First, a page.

The Story Behind the C. Michael Curtis Short Story Book, Prize Part II
by Betsy Teter, Founder & Publisher, Hub City Press
So in 2007, one of the greatest fiction editors in America joined 10 local writers around a folding table at the Hub City offices, as we sorted through what books we would publish next.
I remember him grousing, "You need to publish books that look more like New York books." To keep him engaged, I suggested he edit a collection of short stories that would be "the essential fiction of Spartanburg." Hub City had recently decided to begin publishing fiction, striking a deal with the South Carolina Arts Commission to publish the SC First Novel Prize. We also had begun a writer-in-residence program that was heavy on community service, and that summer I sent an email to a 28-year-old poet named Patrick Whitfill in Lubbock, Texas: "Your project will be to help Mike Curtis edit a fiction anthology." Whitfill's grandmother had been an Atlantic subscriber her whole life—still clipping the stories she liked best—and the whole family was flabbergasted. Whitfill remembers that Curtis "didn't really need my help, but I couldn't stop myself from emailing friends and colleagues from graduate school, casually mentioning my (not-really) apprenticeship to C. Michael Curtis."
The title story in that anthology was Michel Stone's "Expecting Goodness," and among the 20 pieces in the collection was the first published story of Thomas Pierce, one of Curtis's students at Wofford. Pierce, later published by Curtis in The Atlantic, went on to place multiple stories in The New Yorker and was named one of the winners of National Book Foundation's "5 under 35" prize.
Meanwhile, we kept feeding Mike novels to read. Most he rejected, but we inched toward becoming a publisher known for solid literary fiction.
One of the early successes was Michel Stone's The Iguana Tree, a fast-paced novel of a Mexican border crossing gone bad. With Curtis's help, she had written and rewritten the book. On one particular day he told her to get rid of two narrators and to completely change the end of the book. "I thought he was nuts for about four hours, then I began the work. Six months later we met again in his Wofford office. I handed him two dozen cookies and the revised manuscript. A week or so later he called me. 'This novel is quite good,' he said." The Iguana Tree has sold 14,000 copies for us. Stone's next book went to Nan Talese at Doubleday.
A year later a Spartanburg writer named Susan Tekulve won the South Carolina First Novel Prize with her manuscript, In the Garden of Stone. Curtis had been a screener in that contest and had gotten quite attached to the story of three generations of an immigrant Sicilian family in the coal country of West Virginia. He asked for a meeting with Tekulve at a local German deli, and Tekulve showed up with a box of apple and blueberry turnovers for him. ("Locally, Mike’s sweet tooth is almost as well known as his editing," she says.)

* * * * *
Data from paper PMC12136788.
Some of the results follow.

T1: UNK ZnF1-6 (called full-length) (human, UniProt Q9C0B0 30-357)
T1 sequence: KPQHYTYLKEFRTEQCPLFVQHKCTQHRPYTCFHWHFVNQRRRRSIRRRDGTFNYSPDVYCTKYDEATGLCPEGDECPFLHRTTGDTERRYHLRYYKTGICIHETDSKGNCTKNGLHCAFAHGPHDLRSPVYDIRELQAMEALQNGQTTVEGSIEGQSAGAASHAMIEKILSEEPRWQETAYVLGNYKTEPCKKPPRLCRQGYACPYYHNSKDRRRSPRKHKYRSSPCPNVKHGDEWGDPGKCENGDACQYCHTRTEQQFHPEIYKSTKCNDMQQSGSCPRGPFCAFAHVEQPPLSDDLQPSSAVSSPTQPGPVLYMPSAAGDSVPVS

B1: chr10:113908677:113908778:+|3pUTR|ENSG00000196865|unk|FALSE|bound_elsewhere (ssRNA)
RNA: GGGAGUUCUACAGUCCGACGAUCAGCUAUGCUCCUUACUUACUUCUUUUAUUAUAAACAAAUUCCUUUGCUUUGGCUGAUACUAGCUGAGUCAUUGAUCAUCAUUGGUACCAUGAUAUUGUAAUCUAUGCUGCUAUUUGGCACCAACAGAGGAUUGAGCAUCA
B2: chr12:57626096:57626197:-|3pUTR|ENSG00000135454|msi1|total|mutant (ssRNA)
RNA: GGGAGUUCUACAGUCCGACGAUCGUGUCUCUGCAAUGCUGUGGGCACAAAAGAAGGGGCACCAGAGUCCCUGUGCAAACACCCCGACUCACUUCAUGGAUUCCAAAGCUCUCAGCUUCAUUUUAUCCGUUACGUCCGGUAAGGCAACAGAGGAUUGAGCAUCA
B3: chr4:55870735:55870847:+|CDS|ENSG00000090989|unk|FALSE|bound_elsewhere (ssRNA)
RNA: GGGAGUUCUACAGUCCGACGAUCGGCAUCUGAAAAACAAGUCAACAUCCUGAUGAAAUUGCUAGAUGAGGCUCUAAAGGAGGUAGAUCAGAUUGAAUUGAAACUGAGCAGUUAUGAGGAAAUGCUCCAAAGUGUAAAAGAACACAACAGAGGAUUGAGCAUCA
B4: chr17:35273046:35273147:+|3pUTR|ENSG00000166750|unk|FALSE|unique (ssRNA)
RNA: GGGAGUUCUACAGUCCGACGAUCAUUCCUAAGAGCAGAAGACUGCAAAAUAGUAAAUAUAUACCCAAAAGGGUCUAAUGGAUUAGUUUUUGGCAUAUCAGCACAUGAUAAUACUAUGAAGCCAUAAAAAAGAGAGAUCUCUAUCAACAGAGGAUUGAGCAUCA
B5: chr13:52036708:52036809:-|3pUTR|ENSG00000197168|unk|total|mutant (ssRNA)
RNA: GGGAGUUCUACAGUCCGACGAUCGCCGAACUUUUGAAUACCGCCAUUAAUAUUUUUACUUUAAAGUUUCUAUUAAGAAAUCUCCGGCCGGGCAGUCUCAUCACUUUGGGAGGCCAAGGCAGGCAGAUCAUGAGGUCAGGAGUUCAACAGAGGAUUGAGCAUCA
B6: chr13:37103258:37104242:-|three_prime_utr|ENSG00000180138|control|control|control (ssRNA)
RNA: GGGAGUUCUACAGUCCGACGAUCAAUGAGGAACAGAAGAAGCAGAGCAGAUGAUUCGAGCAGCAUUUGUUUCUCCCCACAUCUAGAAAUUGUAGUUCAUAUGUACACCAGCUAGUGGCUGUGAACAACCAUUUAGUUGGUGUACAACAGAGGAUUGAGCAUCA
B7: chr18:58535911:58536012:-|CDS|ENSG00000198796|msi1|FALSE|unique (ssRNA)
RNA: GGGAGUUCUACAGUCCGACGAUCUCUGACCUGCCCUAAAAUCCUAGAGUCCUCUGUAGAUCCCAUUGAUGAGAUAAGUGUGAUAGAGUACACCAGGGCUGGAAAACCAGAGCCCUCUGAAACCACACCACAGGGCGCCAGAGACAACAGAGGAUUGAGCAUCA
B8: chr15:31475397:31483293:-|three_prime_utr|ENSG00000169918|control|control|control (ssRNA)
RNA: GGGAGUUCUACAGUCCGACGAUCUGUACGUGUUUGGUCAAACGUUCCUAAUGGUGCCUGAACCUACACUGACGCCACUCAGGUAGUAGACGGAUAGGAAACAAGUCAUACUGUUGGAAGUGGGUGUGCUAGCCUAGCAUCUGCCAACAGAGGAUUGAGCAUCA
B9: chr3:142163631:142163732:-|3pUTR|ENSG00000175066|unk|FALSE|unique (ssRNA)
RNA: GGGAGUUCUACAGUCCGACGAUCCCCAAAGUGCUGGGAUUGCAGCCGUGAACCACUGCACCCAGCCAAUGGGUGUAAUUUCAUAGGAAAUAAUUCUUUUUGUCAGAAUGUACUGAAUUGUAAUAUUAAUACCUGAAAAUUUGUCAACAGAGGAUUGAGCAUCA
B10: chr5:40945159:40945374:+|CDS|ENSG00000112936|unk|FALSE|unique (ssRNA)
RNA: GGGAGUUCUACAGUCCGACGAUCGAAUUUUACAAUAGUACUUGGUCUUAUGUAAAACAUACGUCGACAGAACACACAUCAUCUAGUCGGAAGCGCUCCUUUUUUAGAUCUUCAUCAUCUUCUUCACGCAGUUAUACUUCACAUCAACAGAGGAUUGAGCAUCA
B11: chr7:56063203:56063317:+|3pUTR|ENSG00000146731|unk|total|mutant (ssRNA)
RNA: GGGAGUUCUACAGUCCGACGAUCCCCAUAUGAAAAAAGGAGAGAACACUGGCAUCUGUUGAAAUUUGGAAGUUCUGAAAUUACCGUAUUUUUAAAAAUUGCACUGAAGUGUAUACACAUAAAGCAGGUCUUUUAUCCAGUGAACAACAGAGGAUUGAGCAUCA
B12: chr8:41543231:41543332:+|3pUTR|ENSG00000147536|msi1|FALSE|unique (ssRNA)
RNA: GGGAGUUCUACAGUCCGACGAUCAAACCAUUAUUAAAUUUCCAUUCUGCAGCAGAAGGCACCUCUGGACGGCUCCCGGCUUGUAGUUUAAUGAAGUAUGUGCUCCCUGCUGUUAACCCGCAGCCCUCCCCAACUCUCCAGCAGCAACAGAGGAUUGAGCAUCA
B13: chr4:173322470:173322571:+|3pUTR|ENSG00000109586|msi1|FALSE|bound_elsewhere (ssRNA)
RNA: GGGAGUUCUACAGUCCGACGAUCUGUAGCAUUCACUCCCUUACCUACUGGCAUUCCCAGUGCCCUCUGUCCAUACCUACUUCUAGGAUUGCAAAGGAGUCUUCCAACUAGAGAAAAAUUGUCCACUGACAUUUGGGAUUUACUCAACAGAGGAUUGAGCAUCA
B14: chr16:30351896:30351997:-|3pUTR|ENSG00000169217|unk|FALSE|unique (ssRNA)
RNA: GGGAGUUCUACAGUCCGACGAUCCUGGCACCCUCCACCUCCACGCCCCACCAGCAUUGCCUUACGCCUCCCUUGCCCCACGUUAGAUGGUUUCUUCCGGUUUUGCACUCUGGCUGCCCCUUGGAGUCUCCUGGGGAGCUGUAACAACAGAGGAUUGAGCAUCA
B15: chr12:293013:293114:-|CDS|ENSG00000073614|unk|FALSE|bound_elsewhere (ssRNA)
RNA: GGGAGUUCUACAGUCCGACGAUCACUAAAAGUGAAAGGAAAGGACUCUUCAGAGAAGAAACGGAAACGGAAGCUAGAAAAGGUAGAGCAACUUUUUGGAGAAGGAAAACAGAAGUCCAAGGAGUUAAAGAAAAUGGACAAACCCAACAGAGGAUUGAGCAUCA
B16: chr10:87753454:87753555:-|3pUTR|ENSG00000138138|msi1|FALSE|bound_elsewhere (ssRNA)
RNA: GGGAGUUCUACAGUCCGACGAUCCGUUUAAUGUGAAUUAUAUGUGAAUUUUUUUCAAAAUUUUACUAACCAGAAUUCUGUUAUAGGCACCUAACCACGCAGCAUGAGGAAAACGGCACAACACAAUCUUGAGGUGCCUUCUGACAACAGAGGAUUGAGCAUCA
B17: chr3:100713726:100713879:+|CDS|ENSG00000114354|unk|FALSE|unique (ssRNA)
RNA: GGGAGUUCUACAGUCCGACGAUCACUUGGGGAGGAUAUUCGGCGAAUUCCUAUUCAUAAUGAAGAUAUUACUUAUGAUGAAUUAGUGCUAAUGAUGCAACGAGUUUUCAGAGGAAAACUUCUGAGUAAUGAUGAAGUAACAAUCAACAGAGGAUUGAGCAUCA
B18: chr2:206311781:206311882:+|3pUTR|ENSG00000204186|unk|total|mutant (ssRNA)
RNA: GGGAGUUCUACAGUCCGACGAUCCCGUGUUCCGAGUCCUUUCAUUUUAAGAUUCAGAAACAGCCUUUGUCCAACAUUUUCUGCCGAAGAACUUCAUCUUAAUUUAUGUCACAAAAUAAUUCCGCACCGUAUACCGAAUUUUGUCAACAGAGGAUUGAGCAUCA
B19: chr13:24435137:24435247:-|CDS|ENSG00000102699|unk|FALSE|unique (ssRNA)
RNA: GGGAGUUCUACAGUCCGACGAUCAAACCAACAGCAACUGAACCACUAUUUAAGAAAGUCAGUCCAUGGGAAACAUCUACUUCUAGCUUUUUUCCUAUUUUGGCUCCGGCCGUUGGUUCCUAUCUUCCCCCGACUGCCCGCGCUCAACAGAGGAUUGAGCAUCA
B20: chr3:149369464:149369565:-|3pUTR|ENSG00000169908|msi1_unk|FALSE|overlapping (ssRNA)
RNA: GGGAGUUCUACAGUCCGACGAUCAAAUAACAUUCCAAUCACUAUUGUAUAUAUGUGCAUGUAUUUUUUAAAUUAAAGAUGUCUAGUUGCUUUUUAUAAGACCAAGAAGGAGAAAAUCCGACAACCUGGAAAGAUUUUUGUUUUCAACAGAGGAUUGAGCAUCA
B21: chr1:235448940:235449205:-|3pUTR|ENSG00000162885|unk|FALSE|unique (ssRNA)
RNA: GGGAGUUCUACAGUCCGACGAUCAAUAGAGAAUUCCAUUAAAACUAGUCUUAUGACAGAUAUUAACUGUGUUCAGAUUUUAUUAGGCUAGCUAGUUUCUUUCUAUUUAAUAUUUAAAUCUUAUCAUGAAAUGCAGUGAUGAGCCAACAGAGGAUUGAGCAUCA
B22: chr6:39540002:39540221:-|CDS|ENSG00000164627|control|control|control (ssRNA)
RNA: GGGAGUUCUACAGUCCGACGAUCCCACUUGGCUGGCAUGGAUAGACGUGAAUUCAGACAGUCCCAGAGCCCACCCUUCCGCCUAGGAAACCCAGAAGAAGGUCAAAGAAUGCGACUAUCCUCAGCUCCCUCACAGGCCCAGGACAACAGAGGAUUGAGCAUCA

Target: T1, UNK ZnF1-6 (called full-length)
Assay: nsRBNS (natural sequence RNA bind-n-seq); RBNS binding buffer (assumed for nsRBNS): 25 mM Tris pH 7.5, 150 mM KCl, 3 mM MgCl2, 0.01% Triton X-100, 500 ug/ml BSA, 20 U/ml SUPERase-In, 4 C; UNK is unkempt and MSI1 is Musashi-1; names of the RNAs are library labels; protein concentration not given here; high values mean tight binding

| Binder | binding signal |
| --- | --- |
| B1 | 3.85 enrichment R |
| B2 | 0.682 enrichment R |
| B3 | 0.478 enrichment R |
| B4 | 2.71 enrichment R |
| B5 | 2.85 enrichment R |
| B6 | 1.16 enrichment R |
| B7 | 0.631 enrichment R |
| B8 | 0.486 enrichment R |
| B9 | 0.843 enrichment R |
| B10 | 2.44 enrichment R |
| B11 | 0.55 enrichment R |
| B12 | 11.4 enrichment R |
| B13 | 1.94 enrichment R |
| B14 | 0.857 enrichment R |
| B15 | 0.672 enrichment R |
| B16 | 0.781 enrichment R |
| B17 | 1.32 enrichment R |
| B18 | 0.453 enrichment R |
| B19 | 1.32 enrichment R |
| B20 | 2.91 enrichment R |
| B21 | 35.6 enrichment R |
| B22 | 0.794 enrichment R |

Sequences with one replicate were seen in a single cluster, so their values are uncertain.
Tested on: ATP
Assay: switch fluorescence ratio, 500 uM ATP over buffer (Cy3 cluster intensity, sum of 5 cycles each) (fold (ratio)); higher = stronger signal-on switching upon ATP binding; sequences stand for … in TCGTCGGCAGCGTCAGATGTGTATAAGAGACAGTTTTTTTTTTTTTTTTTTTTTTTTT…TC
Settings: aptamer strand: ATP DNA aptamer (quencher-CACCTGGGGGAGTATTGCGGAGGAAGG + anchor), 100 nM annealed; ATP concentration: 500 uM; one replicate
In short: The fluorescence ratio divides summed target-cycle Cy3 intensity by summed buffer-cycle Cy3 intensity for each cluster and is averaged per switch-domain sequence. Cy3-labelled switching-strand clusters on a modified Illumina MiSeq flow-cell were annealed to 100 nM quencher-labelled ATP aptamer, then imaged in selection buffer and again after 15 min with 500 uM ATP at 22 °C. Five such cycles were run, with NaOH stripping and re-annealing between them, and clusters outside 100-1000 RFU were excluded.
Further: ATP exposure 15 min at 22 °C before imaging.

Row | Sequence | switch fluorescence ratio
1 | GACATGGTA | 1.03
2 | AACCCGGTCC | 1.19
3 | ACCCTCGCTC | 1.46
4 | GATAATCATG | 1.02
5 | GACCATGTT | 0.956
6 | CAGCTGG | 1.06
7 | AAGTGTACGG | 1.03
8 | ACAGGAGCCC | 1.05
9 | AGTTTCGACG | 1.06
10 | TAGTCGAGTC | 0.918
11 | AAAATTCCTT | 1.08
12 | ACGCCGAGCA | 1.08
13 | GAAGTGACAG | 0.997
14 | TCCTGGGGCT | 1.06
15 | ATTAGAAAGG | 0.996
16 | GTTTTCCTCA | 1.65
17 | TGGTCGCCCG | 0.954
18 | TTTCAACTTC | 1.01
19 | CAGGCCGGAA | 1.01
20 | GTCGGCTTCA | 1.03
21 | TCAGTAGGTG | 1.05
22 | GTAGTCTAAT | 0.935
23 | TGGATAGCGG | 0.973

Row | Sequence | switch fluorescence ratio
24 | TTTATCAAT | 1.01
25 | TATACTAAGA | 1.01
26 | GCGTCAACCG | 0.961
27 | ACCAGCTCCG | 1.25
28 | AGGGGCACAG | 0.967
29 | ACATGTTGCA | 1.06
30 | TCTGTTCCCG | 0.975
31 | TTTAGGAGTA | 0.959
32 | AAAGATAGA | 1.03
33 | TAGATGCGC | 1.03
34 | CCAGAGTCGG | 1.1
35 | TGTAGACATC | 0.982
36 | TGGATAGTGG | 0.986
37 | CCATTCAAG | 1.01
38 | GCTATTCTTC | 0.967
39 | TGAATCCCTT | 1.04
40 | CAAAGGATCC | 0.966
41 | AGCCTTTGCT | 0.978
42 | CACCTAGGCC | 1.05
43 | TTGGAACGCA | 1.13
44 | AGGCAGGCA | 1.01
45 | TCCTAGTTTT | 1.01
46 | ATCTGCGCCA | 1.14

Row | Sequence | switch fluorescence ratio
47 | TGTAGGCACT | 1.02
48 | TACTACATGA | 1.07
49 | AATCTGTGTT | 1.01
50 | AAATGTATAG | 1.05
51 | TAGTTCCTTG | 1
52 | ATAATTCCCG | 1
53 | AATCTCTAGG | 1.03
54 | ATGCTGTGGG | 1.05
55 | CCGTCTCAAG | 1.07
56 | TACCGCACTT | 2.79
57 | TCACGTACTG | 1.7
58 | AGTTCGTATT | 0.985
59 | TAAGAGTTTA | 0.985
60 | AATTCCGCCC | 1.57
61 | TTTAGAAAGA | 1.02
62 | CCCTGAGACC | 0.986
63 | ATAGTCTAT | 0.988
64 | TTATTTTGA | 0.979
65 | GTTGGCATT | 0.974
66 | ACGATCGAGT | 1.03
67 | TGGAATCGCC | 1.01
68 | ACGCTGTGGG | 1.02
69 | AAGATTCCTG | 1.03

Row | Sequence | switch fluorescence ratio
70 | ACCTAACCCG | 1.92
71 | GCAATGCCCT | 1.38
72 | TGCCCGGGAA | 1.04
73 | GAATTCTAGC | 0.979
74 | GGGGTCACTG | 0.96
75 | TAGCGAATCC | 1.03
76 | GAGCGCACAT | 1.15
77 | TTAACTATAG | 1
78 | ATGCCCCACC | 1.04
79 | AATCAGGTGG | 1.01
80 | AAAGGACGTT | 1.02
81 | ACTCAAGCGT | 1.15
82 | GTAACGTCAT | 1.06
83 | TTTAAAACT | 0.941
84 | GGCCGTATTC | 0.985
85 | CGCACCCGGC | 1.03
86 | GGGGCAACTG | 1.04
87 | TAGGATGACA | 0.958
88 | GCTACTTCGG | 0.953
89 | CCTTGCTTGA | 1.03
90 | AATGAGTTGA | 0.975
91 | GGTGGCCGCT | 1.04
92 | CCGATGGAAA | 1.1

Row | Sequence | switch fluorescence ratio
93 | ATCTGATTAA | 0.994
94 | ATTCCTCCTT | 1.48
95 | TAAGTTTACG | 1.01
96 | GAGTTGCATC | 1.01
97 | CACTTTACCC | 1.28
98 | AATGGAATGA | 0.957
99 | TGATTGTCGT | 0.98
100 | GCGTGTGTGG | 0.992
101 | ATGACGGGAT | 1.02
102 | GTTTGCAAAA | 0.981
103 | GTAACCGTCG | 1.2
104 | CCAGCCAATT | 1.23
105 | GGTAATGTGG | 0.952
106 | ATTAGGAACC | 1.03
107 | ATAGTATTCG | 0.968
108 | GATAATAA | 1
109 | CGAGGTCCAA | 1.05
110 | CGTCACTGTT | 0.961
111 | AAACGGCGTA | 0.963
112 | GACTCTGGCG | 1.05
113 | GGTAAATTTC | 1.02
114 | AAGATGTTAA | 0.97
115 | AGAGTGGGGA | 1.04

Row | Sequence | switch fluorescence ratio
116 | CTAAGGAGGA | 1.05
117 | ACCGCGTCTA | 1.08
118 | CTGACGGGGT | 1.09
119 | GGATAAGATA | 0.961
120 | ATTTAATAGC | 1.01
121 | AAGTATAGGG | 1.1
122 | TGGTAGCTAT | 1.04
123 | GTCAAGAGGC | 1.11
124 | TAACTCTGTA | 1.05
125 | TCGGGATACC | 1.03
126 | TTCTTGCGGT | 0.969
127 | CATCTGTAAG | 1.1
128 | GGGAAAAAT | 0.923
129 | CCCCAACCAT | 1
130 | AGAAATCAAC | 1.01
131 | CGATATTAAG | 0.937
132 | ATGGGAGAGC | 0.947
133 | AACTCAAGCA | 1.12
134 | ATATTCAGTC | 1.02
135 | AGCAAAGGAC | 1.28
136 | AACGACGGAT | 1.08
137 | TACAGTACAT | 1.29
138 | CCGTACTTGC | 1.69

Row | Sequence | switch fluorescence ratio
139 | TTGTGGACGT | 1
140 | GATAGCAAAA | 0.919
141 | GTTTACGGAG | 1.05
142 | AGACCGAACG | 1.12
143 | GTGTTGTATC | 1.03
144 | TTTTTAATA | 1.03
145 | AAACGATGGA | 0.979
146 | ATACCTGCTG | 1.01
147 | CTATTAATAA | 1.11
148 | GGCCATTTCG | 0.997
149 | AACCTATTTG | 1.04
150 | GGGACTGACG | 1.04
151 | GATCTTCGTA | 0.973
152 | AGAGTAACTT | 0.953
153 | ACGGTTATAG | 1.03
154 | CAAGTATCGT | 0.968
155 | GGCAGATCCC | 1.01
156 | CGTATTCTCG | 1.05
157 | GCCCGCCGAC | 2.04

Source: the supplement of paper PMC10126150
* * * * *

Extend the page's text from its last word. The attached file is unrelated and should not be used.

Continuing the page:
Curtis arrived in shorts and a baseball cap, she remembers, carrying under his arm her 360-page book manuscript, its pages softened and earmarked, fluttering with neon orange and pink Post-It notes. "He surprised me by telling stories about his own hardscrabble childhood. He ended with a harrowing tale that involved his elderly mother, living alone and failing, piling too many newspapers too close to the burner on her oven. I recall being amazed at what a good storyteller he was."
Curtis told her she needed to fill out a murder scene in the book. Then when she did, he cut it in half. She followed all his instructions on the Post-It notes. In the Garden of Stone received a starred review from Kirkus and was a spring pick from Library Journal.
Along the way, I was becoming a better fiction editor too.
Curtis and I haven't always agreed on books. I have taken books he didn't love, and I have turned down books he campaigned hard for. But we moved forward, usually with both of us tinkering with the novels. Over the Plain Houses (2016) by Julia Franks was named an NPR book of the year and won the Southern Book Prize; Minnow (2015) by James McTeer became a Kirkus book of the year. This year, Curtis has been deeply involved with a forthcoming Hub City novel set in World War II Czechoslovakia, The Wooden King by Thomas McConnell, a professor at one of the local colleges. “Mike has been through my whole novel—all 387 typescript pages—three times,” McConnell says. “After an editing feat like that, I know this: give him a sharp pencil and a line to hone and he's a happy man.”
This spring, Hub City received a major contribution from a donor who wanted to endow a $10,000 prize for a first collection of short stories, judged in its first year by Lee K. Abbott. There was no question who we wanted to name this prize after: C. Michael Curtis. Our donor agreed, and Curtis praised the choice of Abbott, whose work he had published in The Atlantic three times. For his part, Abbott wrote me in an email: “Do know how honored I am to be part of this project which recognizes the invaluable service Mike has given to literary America over the decades. I am just one of hundreds of writers he has brought to important print. More personally, my career would not be what it has become without his sharp eye and even sharper pencil. Would that more were like him.”
Because Hub City retains its early focus as a publisher of Southern writers, the C. Michael Curtis Short Story Book Prize is open to writers in 13 Southern states. Submissions are now open and will close Dec. 31. Curtis will serve as our senior reader, whittling down the list of story collections that make their way to the final judge.
Between now and then, Curtis will read much more fiction for Hub City. As I leave him at the restaurant, he makes sure I know that he wants more manuscripts to read. I come home and crank up the copy machine.